Resources / Everything You Need to Know About the Machine-Readable Files Mandate
Kaitlin Howard

By Kaitlin Howard

Kaitlin Howard is a researcher and writer producing insightful content across the healthcare revenue cycle. She has written and produced content for Zelis, Waystar, and Recondo Technology, as well as agencies. With a B.A. in English and Writing from University of Denver, Kaitlin stays current on market updates on claims management and healthcare payments, publishing a regular educational blog series on industry trends and Zelis offerings.


The Departments of Health and Human Services, Labor, and the Treasury finalized the Transparency in Coverage Rule requiring health insurers and employer self-insured health plans to create a member-facing price comparison tool and post publicly-available machine-readable files. These files must include in-network negotiated payment rates and historical out-of-network charges for covered items and services, including prescription drugs. The data in these files are required to be updated monthly.

With the January 1, 2022 deadline, you’re probably knee-deep in preparation for the Transparency in Coverage (TiC) mandate. But, as we’re sure you know, there’s a lot to prepare. 

Let’s take a look at the requirements and important considerations for the Machine-Readable Files mandate.

File Specific Requirements

Each file needs to include specific information around covered items, services, and prescription drugs for in- and out-of-network provider rates. 

Details include:

In-network negotiated rate files

For this file, rates for items and services of all contracted providers need to be included. If a plan uses leased networks, data must be blended with local network data, resulting in one compliant machine-readable file. 

Each listed rate should be associated with the National Provider Identifier (NPI), Tax Identification Number (TIN), and Place of Service Code for each provider and the last date of the contract term or expiration date.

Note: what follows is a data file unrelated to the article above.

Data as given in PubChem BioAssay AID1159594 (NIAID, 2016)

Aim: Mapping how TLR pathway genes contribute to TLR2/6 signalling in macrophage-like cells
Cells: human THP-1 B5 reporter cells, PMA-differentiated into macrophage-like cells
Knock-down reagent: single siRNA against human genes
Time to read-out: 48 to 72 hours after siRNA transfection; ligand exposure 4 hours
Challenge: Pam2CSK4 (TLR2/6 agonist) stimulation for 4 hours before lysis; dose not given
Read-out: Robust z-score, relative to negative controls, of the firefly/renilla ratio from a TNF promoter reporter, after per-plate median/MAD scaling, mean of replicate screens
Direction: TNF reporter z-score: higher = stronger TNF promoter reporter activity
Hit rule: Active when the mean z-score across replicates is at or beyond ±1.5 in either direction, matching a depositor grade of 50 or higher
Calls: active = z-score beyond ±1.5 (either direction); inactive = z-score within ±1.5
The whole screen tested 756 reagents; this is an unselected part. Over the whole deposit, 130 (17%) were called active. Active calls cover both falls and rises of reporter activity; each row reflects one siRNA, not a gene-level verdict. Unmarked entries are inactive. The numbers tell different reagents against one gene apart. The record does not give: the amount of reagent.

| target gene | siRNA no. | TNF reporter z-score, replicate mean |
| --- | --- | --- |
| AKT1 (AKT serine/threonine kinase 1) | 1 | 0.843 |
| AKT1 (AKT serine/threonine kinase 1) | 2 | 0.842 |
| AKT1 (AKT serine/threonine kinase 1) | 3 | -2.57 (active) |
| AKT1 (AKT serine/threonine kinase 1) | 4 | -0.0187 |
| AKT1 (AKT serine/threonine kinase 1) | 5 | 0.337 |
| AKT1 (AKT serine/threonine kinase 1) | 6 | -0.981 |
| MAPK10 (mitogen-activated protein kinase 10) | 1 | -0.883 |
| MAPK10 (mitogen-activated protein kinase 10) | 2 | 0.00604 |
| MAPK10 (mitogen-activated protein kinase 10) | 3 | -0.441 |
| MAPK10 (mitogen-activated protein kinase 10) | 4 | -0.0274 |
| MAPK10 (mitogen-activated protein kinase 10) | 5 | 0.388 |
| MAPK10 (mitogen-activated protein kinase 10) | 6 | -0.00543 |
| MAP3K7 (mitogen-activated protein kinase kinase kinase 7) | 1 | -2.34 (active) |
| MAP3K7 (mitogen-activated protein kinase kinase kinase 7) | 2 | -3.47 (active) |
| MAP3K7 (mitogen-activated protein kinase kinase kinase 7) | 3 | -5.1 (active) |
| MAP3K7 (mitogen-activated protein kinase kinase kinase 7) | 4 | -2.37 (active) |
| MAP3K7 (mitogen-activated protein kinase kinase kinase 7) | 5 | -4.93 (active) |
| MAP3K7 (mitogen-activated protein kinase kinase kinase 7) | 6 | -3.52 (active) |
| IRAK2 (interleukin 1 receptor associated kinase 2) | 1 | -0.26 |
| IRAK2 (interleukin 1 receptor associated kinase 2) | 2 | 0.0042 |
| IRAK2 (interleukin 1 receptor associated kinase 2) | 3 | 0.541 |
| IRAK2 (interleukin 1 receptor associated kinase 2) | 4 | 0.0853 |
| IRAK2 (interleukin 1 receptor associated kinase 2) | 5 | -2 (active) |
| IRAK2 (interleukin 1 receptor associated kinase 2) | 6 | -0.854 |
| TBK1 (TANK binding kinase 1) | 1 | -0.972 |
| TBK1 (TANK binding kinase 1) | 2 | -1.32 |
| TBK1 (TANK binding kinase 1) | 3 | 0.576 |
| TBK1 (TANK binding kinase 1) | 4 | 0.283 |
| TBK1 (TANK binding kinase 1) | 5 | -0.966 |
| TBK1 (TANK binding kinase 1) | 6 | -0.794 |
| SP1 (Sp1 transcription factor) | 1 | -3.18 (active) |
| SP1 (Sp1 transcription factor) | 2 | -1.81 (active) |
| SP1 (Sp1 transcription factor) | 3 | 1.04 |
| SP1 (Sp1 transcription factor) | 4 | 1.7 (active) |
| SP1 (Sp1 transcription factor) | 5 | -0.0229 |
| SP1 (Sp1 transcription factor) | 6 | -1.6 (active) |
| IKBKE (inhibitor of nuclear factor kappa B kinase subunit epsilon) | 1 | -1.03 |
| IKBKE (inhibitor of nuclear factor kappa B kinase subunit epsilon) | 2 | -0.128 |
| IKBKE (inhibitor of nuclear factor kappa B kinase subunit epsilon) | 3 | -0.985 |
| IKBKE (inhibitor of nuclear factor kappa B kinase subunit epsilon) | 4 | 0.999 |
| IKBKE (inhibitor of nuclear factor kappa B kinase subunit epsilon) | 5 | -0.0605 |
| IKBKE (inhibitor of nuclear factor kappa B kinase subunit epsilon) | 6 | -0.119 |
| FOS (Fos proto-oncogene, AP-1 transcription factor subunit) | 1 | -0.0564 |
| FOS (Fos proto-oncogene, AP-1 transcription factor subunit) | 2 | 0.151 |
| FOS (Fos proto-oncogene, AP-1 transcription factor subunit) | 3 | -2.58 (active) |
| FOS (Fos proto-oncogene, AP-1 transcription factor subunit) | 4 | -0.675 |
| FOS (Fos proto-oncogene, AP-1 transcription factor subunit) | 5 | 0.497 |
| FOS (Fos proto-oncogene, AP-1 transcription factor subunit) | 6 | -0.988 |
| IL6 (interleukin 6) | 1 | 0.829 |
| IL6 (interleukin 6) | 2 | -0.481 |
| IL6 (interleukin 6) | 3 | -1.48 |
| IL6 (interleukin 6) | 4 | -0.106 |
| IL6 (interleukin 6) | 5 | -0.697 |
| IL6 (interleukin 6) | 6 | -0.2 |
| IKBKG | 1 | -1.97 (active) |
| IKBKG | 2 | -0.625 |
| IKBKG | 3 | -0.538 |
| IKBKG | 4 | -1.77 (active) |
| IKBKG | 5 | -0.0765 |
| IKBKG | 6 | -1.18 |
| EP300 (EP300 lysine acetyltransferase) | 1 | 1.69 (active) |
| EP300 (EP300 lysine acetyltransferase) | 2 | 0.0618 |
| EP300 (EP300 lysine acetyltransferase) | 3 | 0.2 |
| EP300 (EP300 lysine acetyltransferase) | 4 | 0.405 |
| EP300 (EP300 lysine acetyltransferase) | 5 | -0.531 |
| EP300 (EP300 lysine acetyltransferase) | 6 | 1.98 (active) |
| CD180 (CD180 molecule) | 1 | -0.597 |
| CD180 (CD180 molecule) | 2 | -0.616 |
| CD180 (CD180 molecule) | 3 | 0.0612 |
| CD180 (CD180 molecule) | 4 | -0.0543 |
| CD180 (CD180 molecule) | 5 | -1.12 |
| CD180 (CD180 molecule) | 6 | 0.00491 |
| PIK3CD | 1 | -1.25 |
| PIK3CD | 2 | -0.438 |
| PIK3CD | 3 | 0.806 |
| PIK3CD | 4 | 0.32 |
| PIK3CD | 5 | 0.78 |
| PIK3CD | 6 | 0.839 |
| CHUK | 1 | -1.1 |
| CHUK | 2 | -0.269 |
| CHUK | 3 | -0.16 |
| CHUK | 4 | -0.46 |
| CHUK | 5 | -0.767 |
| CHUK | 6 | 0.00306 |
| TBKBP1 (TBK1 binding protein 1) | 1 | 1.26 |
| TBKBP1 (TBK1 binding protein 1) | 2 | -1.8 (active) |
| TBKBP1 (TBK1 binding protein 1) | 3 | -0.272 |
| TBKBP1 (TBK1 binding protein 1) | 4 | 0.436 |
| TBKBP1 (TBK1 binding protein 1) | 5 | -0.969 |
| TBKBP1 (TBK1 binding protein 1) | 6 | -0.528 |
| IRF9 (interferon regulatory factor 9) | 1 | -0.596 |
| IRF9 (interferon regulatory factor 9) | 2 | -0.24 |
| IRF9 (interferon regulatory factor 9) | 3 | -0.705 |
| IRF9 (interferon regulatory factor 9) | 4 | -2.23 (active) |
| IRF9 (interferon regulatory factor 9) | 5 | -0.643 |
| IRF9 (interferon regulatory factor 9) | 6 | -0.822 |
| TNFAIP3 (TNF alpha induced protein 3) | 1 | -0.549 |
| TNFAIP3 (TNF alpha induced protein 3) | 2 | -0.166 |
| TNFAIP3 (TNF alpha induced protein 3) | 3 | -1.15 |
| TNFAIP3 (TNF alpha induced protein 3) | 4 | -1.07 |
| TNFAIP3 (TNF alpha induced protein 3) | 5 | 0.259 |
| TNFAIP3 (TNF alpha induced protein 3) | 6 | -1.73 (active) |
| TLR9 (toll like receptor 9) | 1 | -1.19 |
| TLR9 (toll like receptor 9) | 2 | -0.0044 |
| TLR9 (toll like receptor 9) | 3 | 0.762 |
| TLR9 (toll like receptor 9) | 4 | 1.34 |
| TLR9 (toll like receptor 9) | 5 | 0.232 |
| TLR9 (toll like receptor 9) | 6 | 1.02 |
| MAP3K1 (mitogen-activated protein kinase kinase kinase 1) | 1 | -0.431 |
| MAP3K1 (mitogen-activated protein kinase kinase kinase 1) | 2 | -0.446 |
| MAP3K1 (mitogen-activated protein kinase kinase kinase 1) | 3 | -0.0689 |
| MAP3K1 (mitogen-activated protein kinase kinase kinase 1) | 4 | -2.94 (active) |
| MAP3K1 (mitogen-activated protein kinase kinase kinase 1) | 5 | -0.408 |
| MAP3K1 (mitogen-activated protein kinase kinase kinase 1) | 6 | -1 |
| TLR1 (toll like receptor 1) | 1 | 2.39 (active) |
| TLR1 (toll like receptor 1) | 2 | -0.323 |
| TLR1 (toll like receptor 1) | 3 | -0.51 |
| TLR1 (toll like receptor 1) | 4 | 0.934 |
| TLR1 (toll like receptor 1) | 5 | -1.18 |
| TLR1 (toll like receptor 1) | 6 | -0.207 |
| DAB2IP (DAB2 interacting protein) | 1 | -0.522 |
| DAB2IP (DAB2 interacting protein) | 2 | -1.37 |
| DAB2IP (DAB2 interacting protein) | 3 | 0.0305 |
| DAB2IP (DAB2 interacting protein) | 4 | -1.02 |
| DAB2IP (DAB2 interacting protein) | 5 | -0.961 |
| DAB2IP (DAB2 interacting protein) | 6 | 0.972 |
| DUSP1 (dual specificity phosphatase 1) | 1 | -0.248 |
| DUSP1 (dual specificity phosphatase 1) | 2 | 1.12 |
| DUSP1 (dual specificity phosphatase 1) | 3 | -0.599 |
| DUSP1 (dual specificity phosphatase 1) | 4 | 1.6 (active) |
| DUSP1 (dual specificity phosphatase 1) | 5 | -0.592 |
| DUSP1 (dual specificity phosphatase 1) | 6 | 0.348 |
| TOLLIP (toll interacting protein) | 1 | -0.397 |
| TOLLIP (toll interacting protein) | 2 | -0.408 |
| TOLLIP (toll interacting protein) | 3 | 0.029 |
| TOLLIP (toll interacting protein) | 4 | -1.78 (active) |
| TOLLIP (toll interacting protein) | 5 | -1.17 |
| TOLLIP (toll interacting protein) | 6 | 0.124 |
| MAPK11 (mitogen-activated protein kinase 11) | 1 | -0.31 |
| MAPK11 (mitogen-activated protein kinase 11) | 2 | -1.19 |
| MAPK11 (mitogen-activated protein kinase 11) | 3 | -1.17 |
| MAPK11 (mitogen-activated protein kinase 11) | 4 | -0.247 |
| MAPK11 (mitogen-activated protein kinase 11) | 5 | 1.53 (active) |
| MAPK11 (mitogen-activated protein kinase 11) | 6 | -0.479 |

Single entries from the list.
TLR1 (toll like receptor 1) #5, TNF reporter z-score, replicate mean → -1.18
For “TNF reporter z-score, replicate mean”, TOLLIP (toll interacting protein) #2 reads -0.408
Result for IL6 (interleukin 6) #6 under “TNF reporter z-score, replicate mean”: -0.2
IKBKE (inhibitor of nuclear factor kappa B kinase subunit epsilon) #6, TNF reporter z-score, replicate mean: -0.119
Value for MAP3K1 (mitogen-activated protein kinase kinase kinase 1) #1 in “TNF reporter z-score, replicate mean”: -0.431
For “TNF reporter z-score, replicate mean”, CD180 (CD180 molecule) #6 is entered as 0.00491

If a plan uses a standard fee-for-service model or other reimbursement arrangements (e.g. bundled payment arrangements), the primary billing code and total cost for the bundle must be identified in the file, as well as the list of services included.

Out-of-network allowed amount files

Like in-network negotiated rate files, each rate for services and items must be associated with the NPI, TIN, and Place of Service Code for each out-of-network provider. What’s different, however, is only historical payments for providers with more than 20 claims in the first 90 of the preceding 180 days need to be included. Out-of-network drug pricing will also need to be included.

In-network negotiated prescription drug files

For each covered option, the National Drug Code (NDC) and the proprietary and nonproprietary name assigned to this code by the FDA should be included. And just like the other files, for each NDC, negotiated rates must be provider-specific and associated with the NPI, TIN, and Place of Service Code, as well as the last date of the contract term or expiration date for each rate. Historical net prices associated with the 90-day period beginning 180 days prior to the publication of the file also need to be included.

All-Encompassing File Specifications

In addition to the above-mentioned file-specific requirements, there are many common ones that should be on your radar. 

Specific guidelines include:

Name and identifier

Each file must include the name of the coverage option and the associated identifier, which should be either the Health Insurance Oversight System (HIOS) number or the related Employer Identification Number (EIN) if the first is unavailable. 

Billing / Rx code

Billing codes (e.g. CPT, HCPCS, etc) for services and items or the National Drug Code (NDC) for prescription drugs must be included.

Dollar amount

Rates for all items, services, and prescription drugs need to be displayed in dollar amounts.

File format

To ensure data integrity, all files must conform to a non-proprietary, open standard format, like JSON, XML, or YAML, and be made available via HTTPS. Dates, file names, and file type names need to follow set standards to meet mandate requirements. The Centers for Medicare & Medicaid Services has a technical implementation guide which can be found here: https://github.com/CMSgov/price-transparency-guide.  

Discoverability

Files should be made available to the public without restrictions that may impede information re-use. Search engine discoverability and accessibility to internet-based and mobile application developers must be ensured to support development of innovative consumer-facing tools, as well as to other entities (e.g. researchers, regulators, etc.). 

The Wrap Up

While there are many questions to consider before implementation, be sure to include considerations beyond file types and data elements. Do you want to create, blend, and host all your files? Should outside vendors handle this to leave room for team member collaboration on strategic initiatives? Would it be helpful to work with a PBM who supplies a compliant Rx file, so you only provide the remaining two machine-readable files? 

Regardless of how you decide to meet compliance, Zelis is here to help.

To further explore getting started with NSA and TiC compliance, reach out to your Zelis representative or contact us here.

For access to additional information, visit Zelis No Surprises Act Information Hub.

Related resource:
The Low-down on the Latest NSA Member ID and Advanced EOB Requirements
Read more
Tags:
Share: